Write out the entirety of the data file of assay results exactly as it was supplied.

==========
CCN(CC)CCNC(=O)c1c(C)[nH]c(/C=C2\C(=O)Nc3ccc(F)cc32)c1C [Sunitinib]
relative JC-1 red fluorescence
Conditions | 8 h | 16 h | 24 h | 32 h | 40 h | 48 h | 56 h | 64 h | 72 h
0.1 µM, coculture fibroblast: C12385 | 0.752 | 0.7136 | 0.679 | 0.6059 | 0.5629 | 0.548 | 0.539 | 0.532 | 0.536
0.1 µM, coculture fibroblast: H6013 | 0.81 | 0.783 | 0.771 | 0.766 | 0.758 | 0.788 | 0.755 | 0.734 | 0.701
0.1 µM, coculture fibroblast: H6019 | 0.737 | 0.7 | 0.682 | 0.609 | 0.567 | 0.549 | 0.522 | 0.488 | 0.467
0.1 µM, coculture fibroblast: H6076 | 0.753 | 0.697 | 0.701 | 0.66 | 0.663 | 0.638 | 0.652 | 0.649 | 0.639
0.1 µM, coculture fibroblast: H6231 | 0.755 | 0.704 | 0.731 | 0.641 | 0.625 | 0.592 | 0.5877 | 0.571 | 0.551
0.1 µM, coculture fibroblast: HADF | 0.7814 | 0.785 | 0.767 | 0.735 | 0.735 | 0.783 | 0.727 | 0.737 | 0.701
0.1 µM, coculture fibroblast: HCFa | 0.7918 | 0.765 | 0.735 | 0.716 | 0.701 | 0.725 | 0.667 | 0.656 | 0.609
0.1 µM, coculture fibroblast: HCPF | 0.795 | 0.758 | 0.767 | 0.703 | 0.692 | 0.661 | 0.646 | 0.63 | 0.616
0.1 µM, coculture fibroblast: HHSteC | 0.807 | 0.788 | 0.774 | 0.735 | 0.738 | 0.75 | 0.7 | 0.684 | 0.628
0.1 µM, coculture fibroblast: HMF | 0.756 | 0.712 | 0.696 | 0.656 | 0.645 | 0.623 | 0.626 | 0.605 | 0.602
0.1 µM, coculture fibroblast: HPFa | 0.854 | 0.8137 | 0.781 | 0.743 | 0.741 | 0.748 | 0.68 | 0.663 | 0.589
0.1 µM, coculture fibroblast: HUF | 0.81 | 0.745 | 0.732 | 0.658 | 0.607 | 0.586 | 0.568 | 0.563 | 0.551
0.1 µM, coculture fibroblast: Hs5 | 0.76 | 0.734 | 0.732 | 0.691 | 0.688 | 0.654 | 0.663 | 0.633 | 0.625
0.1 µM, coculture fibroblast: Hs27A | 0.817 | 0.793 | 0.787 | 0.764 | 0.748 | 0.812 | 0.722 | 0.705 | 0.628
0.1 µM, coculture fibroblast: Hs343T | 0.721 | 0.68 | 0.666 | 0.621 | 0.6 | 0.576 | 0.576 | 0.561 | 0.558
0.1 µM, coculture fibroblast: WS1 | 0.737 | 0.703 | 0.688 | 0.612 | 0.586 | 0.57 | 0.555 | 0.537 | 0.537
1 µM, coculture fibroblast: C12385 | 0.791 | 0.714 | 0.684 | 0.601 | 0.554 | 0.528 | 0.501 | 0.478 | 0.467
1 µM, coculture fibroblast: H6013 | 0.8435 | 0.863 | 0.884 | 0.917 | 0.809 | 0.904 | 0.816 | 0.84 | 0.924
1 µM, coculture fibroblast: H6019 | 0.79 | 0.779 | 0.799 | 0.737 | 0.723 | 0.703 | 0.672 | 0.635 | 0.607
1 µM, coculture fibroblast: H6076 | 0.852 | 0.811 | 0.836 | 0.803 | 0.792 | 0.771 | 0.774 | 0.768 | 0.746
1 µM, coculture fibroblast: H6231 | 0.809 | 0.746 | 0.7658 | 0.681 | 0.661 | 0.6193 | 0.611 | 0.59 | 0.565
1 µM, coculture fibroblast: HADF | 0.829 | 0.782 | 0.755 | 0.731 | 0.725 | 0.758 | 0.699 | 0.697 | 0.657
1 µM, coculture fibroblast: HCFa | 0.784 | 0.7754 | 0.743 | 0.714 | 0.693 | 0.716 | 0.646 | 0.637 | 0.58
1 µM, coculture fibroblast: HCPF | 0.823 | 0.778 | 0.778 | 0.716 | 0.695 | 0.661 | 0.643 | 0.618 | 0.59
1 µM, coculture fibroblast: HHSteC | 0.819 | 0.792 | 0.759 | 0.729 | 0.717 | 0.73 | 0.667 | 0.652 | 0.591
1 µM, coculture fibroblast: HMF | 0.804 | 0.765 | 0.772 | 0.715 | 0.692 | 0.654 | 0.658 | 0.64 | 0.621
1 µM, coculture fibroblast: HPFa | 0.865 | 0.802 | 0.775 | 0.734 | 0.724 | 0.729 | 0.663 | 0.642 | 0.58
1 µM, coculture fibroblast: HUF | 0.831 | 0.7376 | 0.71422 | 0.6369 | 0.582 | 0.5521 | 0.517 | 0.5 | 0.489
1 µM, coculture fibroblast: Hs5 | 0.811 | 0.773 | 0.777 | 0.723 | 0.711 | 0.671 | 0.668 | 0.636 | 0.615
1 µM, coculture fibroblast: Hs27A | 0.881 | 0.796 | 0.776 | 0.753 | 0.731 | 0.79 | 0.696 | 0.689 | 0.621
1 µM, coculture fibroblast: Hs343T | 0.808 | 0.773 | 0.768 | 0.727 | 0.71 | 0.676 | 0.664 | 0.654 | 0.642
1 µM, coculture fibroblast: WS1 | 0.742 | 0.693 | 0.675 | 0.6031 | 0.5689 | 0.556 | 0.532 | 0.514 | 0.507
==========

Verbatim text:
CCN(CC)CCNC(=O)c1c(C)[nH]c(/C=C2\C(=O)Nc3ccc(F)cc32)c1C [Sunitinib]
relative JC-1 red fluorescence
Conditions | 8 h | 16 h | 24 h | 32 h | 40 h | 48 h | 56 h | 64 h | 72 h
0.1 µM, coculture fibroblast: C12385 | 0.752 | 0.7136 | 0.679 | 0.6059 | 0.5629 | 0.548 | 0.539 | 0.532 | 0.536
0.1 µM, coculture fibroblast: H6013 | 0.81 | 0.783 | 0.771 | 0.766 | 0.758 | 0.788 | 0.755 | 0.734 | 0.701
0.1 µM, coculture fibroblast: H6019 | 0.737 | 0.7 | 0.682 | 0.609 | 0.567 | 0.549 | 0.522 | 0.488 | 0.467
0.1 µM, coculture fibroblast: H6076 | 0.753 | 0.697 | 0.701 | 0.66 | 0.663 | 0.638 | 0.652 | 0.649 | 0.639
0.1 µM, coculture fibroblast: H6231 | 0.755 | 0.704 | 0.731 | 0.641 | 0.625 | 0.592 | 0.5877 | 0.571 | 0.551
0.1 µM, coculture fibroblast: HADF | 0.7814 | 0.785 | 0.767 | 0.735 | 0.735 | 0.783 | 0.727 | 0.737 | 0.701
0.1 µM, coculture fibroblast: HCFa | 0.7918 | 0.765 | 0.735 | 0.716 | 0.701 | 0.725 | 0.667 | 0.656 | 0.609
0.1 µM, coculture fibroblast: HCPF | 0.795 | 0.758 | 0.767 | 0.703 | 0.692 | 0.661 | 0.646 | 0.63 | 0.616
0.1 µM, coculture fibroblast: HHSteC | 0.807 | 0.788 | 0.774 | 0.735 | 0.738 | 0.75 | 0.7 | 0.684 | 0.628
0.1 µM, coculture fibroblast: HMF | 0.756 | 0.712 | 0.696 | 0.656 | 0.645 | 0.623 | 0.626 | 0.605 | 0.602
0.1 µM, coculture fibroblast: HPFa | 0.854 | 0.8137 | 0.781 | 0.743 | 0.741 | 0.748 | 0.68 | 0.663 | 0.589
0.1 µM, coculture fibroblast: HUF | 0.81 | 0.745 | 0.732 | 0.658 | 0.607 | 0.586 | 0.568 | 0.563 | 0.551
0.1 µM, coculture fibroblast: Hs5 | 0.76 | 0.734 | 0.732 | 0.691 | 0.688 | 0.654 | 0.663 | 0.633 | 0.625
0.1 µM, coculture fibroblast: Hs27A | 0.817 | 0.793 | 0.787 | 0.764 | 0.748 | 0.812 | 0.722 | 0.705 | 0.628
0.1 µM, coculture fibroblast: Hs343T | 0.721 | 0.68 | 0.666 | 0.621 | 0.6 | 0.576 | 0.576 | 0.561 | 0.558
0.1 µM, coculture fibroblast: WS1 | 0.737 | 0.703 | 0.688 | 0.612 | 0.586 | 0.57 | 0.555 | 0.537 | 0.537
1 µM, coculture fibroblast: C12385 | 0.791 | 0.714 | 0.684 | 0.601 | 0.554 | 0.528 | 0.501 | 0.478 | 0.467
1 µM, coculture fibroblast: H6013 | 0.8435 | 0.863 | 0.884 | 0.917 | 0.809 | 0.904 | 0.816 | 0.84 | 0.924
1 µM, coculture fibroblast: H6019 | 0.79 | 0.779 | 0.799 | 0.737 | 0.723 | 0.703 | 0.672 | 0.635 | 0.607
1 µM, coculture fibroblast: H6076 | 0.852 | 0.811 | 0.836 | 0.803 | 0.792 | 0.771 | 0.774 | 0.768 | 0.746
1 µM, coculture fibroblast: H6231 | 0.809 | 0.746 | 0.7658 | 0.681 | 0.661 | 0.6193 | 0.611 | 0.59 | 0.565
1 µM, coculture fibroblast: HADF | 0.829 | 0.782 | 0.755 | 0.731 | 0.725 | 0.758 | 0.699 | 0.697 | 0.657
1 µM, coculture fibroblast: HCFa | 0.784 | 0.7754 | 0.743 | 0.714 | 0.693 | 0.716 | 0.646 | 0.637 | 0.58
1 µM, coculture fibroblast: HCPF | 0.823 | 0.778 | 0.778 | 0.716 | 0.695 | 0.661 | 0.643 | 0.618 | 0.59
1 µM, coculture fibroblast: HHSteC | 0.819 | 0.792 | 0.759 | 0.729 | 0.717 | 0.73 | 0.667 | 0.652 | 0.591
1 µM, coculture fibroblast: HMF | 0.804 | 0.765 | 0.772 | 0.715 | 0.692 | 0.654 | 0.658 | 0.64 | 0.621
1 µM, coculture fibroblast: HPFa | 0.865 | 0.802 | 0.775 | 0.734 | 0.724 | 0.729 | 0.663 | 0.642 | 0.58
1 µM, coculture fibroblast: HUF | 0.831 | 0.7376 | 0.71422 | 0.6369 | 0.582 | 0.5521 | 0.517 | 0.5 | 0.489
1 µM, coculture fibroblast: Hs5 | 0.811 | 0.773 | 0.777 | 0.723 | 0.711 | 0.671 | 0.668 | 0.636 | 0.615
1 µM, coculture fibroblast: Hs27A | 0.881 | 0.796 | 0.776 | 0.753 | 0.731 | 0.79 | 0.696 | 0.689 | 0.621
1 µM, coculture fibroblast: Hs343T | 0.808 | 0.773 | 0.768 | 0.727 | 0.71 | 0.676 | 0.664 | 0.654 | 0.642
1 µM, coculture fibroblast: WS1 | 0.742 | 0.693 | 0.675 | 0.6031 | 0.5689 | 0.556 | 0.532 | 0.514 | 0.507